With a name like Ghostbusters, it'd be a little weird if some supernatural goings-on didn't... um... go on. As promised by the title, this comedy-horror classic is loaded with ghosts.
Spectral librarians, slimy green blobs, zombie cab drivers—ask and ye shall receive. Ghostbusters also has a few tricks up its sleeves, throwing in surprises like demigod terror dogs and the evil Sumerian god, Gozer the Destructor. One of the many cool things about this movie is that it takes supernatural figures from a lot of different genres, puts them in a blender, and comes up with a new mythology all of its own.
Ghostbusters should be considered a comedy-fantasy or comedy-adventure, rather than a comedy-horror since its ghosts aren't scary.
Excluding Gozer, the ghosts of Ghostbusters are far less destructive than the Ghostbusters themselves.
It's hard to miss all the talk about money in Ghostbusters. We hear it on the small scale with the Ghostbusters spending most of the movie scrambling for cash to spend, and the tax accountant Louis Tully bragging about his savings on generic Tylenol.
On the larger scale, we see big whopping symbols of overblown commercialism like the corporate mascot Stay Puft Marshmallow Man, who tromps through the Upper West Side, wreaking havoc like Godzilla. While nobody is going to label Ghostbusters as a political satire on the excesses and disparities of 1980's America, the financial concerns of the nation are on full display.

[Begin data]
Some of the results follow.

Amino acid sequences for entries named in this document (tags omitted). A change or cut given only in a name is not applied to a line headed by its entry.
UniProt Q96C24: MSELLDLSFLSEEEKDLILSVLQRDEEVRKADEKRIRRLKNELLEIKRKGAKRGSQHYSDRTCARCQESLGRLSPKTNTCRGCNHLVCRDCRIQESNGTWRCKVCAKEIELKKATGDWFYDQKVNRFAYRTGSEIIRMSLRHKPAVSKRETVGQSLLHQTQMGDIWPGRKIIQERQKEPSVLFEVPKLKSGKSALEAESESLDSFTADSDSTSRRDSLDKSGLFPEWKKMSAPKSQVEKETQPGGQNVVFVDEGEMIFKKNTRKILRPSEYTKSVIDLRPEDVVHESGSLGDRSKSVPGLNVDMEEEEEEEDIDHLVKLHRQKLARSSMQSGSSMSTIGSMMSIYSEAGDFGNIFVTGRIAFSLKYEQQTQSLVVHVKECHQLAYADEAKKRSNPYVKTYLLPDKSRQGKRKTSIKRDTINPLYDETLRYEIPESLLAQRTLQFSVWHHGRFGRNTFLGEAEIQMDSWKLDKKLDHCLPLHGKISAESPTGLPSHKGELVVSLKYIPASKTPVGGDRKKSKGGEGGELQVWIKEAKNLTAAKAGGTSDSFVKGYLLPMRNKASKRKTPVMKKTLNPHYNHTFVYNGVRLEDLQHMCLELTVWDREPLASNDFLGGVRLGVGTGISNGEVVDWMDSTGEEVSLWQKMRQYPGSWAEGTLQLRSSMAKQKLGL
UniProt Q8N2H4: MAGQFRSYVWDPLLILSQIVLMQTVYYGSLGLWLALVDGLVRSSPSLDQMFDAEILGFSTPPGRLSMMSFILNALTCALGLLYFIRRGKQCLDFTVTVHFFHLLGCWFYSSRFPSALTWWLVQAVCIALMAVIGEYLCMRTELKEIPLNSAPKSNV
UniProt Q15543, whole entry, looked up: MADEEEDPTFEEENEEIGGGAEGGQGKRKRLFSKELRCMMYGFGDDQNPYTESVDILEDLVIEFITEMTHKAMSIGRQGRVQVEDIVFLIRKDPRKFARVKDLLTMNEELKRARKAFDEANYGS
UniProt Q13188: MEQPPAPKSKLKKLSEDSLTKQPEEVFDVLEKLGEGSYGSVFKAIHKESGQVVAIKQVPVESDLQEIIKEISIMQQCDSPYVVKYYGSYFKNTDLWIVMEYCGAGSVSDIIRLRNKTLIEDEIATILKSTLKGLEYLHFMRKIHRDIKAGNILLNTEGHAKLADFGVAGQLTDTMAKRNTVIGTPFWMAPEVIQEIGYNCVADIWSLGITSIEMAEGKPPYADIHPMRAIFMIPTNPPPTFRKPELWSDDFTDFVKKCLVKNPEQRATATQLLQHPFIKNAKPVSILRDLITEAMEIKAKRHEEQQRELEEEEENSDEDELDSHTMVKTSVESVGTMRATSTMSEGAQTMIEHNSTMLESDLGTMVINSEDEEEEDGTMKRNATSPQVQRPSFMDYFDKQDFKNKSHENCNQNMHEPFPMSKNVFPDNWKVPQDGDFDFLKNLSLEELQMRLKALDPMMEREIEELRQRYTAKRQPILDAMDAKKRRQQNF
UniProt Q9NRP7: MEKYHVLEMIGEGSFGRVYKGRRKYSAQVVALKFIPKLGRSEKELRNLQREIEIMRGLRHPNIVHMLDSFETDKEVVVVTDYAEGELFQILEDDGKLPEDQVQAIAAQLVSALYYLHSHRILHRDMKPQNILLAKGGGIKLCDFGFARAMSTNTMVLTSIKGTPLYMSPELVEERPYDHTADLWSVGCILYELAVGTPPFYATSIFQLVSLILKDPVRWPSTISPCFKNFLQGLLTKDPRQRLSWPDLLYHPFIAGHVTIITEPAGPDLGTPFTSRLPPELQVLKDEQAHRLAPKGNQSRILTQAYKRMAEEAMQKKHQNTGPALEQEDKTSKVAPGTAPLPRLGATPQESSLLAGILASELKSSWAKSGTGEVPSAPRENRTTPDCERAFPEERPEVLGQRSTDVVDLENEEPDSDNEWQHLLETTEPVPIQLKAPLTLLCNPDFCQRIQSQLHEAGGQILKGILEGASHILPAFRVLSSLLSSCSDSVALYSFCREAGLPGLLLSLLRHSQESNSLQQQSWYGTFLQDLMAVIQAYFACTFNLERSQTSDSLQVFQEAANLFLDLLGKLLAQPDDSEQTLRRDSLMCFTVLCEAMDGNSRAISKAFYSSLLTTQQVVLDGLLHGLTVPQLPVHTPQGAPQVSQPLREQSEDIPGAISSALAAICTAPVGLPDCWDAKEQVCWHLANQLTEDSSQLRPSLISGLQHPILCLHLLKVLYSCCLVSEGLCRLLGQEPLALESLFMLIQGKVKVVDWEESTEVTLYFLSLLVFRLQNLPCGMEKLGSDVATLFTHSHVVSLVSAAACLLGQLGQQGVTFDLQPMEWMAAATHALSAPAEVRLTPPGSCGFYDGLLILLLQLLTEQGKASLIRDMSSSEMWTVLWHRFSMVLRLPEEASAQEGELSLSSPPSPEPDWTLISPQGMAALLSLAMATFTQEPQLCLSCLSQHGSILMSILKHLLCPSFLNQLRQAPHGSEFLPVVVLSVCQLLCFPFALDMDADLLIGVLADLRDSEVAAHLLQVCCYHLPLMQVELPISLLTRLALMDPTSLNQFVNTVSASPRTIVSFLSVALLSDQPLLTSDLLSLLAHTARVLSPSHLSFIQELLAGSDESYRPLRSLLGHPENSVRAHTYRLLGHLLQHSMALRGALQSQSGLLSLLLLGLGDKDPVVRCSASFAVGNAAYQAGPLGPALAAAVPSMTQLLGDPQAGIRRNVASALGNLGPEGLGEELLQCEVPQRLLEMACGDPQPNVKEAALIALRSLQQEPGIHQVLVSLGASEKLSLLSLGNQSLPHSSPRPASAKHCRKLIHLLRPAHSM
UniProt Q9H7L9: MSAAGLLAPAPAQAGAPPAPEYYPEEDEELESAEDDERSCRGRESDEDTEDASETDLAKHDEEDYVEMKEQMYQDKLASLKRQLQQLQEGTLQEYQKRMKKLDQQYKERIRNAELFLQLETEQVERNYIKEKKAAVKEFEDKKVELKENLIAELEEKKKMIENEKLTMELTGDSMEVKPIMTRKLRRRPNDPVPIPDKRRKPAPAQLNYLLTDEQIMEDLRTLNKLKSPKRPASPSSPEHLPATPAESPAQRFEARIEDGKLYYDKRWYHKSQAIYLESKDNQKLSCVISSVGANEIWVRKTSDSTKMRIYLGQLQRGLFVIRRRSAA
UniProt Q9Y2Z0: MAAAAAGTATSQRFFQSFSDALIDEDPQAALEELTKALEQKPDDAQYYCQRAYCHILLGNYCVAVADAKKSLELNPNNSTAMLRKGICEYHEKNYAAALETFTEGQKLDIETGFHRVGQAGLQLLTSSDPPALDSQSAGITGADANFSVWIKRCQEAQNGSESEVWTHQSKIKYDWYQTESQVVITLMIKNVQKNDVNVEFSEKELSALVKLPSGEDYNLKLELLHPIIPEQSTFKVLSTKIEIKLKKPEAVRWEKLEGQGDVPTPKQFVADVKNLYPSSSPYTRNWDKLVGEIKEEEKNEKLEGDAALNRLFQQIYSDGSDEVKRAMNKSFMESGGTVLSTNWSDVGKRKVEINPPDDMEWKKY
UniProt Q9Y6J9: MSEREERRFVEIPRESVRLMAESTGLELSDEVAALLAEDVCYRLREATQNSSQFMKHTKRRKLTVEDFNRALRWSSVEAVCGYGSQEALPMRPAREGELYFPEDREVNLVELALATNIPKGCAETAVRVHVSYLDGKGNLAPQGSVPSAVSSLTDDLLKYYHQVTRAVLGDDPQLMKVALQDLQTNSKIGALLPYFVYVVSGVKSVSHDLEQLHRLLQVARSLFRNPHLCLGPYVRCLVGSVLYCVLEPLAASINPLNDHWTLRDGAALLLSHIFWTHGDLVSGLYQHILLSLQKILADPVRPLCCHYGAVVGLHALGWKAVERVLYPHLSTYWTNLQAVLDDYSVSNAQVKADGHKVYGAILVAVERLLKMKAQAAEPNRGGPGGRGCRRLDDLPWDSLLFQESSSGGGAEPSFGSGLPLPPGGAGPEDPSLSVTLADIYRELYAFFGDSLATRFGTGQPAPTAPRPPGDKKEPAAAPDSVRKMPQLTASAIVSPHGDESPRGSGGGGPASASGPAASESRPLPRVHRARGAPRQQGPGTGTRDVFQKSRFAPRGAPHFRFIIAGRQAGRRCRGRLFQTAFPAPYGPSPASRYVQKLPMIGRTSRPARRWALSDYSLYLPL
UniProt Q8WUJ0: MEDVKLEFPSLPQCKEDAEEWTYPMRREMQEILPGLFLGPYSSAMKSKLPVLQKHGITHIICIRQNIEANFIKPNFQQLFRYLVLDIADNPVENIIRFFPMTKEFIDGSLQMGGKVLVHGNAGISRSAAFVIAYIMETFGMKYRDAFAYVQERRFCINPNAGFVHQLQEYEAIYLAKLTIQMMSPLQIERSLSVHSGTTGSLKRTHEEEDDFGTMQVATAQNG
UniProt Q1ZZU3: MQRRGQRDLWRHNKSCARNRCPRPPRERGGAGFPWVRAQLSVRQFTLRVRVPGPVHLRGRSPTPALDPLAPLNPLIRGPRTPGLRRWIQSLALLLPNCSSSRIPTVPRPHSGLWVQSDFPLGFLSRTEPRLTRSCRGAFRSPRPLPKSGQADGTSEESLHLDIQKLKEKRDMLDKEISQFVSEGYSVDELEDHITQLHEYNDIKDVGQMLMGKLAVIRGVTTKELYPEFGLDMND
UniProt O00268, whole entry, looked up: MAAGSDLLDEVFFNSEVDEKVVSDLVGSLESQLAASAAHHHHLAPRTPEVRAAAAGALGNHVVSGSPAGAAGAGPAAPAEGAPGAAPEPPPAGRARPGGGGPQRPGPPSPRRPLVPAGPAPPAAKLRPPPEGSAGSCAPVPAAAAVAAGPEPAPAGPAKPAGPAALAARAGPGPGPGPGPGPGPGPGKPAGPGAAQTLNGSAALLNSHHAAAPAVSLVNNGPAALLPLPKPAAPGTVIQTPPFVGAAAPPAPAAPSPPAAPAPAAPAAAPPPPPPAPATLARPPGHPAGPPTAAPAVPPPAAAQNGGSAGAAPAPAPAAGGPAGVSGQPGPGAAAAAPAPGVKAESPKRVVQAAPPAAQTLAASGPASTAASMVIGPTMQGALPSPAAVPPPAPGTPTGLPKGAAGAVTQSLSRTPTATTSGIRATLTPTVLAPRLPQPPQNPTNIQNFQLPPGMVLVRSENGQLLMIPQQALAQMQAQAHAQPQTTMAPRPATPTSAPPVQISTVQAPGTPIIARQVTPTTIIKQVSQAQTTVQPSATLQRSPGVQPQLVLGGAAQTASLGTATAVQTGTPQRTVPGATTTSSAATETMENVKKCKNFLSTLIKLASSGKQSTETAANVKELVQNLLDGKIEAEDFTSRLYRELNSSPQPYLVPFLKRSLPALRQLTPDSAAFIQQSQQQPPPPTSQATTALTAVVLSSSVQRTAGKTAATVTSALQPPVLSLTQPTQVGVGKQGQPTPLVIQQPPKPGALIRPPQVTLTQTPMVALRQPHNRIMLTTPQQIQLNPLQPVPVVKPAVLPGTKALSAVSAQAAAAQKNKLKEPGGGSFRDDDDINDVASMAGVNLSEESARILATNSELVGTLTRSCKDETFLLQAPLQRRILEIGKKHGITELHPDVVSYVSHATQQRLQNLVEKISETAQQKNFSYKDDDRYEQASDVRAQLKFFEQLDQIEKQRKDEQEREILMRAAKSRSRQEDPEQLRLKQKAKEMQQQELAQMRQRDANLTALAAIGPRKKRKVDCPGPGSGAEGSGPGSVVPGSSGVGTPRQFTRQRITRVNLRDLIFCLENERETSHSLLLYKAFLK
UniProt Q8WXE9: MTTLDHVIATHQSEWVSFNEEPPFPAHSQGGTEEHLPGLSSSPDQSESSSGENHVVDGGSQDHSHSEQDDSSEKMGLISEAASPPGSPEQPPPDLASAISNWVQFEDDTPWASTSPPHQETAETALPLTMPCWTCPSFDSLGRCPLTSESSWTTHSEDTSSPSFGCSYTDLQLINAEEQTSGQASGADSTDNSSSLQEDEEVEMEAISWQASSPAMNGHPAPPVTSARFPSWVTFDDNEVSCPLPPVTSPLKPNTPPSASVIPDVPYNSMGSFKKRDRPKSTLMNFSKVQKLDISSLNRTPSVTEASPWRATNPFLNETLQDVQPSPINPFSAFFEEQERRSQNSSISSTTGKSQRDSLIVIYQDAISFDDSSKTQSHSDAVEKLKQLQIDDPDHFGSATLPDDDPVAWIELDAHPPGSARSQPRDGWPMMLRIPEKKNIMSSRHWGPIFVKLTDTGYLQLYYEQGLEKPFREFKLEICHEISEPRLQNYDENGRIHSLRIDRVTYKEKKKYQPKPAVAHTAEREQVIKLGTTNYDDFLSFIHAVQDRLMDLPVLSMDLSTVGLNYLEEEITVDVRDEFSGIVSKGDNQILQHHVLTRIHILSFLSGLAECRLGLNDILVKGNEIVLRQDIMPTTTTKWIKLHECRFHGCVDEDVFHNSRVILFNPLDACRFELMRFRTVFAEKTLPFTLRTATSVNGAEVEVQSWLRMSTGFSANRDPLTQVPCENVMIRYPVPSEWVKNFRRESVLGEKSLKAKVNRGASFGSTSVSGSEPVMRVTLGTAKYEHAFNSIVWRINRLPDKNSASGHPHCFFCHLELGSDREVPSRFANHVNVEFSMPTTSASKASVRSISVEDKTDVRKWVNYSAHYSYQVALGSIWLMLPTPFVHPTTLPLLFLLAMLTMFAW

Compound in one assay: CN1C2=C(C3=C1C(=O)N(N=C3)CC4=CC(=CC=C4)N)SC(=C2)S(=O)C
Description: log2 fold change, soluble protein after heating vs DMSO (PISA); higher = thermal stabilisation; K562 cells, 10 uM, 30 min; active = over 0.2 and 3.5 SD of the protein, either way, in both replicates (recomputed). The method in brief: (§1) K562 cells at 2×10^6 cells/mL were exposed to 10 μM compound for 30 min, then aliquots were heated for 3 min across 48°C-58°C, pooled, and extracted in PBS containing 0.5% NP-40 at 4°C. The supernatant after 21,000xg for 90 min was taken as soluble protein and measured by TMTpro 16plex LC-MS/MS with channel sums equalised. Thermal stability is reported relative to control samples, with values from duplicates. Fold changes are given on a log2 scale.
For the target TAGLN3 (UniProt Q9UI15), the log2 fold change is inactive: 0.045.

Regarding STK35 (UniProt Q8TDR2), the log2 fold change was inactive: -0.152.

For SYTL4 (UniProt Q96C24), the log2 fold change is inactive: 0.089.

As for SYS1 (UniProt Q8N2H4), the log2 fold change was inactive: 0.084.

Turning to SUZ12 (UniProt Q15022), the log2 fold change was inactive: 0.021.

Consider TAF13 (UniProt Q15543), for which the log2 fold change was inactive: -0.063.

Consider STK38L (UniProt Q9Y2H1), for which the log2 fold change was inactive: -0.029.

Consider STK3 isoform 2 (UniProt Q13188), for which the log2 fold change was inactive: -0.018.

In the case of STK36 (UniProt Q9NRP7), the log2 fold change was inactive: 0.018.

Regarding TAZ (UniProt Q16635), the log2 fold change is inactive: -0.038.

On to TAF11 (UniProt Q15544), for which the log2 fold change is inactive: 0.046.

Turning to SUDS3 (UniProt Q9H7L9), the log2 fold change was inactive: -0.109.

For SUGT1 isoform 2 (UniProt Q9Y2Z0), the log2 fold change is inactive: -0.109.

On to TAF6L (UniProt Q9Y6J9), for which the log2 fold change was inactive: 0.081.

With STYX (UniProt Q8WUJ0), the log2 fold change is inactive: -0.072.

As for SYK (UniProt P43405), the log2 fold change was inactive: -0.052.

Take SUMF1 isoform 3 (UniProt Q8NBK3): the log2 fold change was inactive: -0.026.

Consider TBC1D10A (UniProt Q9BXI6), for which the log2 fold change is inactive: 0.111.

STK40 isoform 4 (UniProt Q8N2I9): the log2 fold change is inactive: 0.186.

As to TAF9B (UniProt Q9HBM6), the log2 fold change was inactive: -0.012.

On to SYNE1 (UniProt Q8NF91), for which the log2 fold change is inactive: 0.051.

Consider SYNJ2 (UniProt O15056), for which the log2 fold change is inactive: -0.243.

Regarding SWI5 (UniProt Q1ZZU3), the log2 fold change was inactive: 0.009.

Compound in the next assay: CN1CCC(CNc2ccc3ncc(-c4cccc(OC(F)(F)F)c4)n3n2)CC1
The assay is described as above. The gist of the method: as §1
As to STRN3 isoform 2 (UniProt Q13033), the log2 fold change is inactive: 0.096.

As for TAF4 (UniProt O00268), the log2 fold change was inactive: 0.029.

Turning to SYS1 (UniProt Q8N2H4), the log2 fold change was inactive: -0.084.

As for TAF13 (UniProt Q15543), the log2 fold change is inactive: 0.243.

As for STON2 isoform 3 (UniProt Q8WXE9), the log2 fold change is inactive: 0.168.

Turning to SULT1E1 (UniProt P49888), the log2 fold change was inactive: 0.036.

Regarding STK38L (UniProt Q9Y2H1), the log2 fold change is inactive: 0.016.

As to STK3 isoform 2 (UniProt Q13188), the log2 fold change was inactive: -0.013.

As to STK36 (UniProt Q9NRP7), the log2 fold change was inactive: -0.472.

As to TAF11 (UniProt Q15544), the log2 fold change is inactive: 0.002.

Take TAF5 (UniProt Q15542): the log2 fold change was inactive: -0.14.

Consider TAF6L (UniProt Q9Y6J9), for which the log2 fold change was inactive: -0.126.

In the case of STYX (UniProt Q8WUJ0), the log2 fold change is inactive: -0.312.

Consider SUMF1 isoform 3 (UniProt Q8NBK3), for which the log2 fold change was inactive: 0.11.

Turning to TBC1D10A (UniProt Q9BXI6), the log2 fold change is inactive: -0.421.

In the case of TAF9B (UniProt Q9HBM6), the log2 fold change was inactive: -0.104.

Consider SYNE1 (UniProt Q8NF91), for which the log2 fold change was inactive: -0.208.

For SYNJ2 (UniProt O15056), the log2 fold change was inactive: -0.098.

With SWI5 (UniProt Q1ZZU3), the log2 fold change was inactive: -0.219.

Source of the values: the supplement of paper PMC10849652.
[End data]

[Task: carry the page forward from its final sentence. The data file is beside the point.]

The Stay Puft Marshmallow Man is a symbol of the crushing power of corporations and capitalism run rampant.
The filmmakers made the Ghostbusters a private business to ground the movie in the common concerns of the decade.
There's a delicate balance of order and chaos in Ghostbusters. Though their mission is to bring order by busting ghosts, the Ghostbusters are constantly getting into trouble with every authority figure they come into contact with, whether its university administration, the cops, or the EPA.
Ultimately, though, they defeat Gozer, a god of chaos, whose only goal is to cause destruction on Earth. With the Ghostbusters, we see a journey from outlaws to heroes, from guys who disrupt the mainstream to guys who keep the mainstream flowing on its merry way.
Ironically, the Ghostbusters often cause chaos while trying to bring order.
By conquering Gozer, a god of chaos, the Ghostbusters ultimately become bringers of order.
Ghostbusters has a lot of love. We've got the usual romantic plots we often find in comedies, with the lead guy chasing after a girl who's way out of his league. Then that love plot is tied in with what we see in adventure stories, where he rescues her from a monster to win her love.
To top it off, we've also got a couple comic love-subplots going on. Whoa, who knew Ghostbusters was a romantic comedy? Besides romantic love, Ghostbusters gives us the brotherly love between the Ghostbusters themselves, while also rekindling a love of New York City that'd been lost in 1980's.
In many ways, the romances of Ghostbusters function like the ones in a Shakespearean comedy.
Peter's fascination with Dana is more lust than love.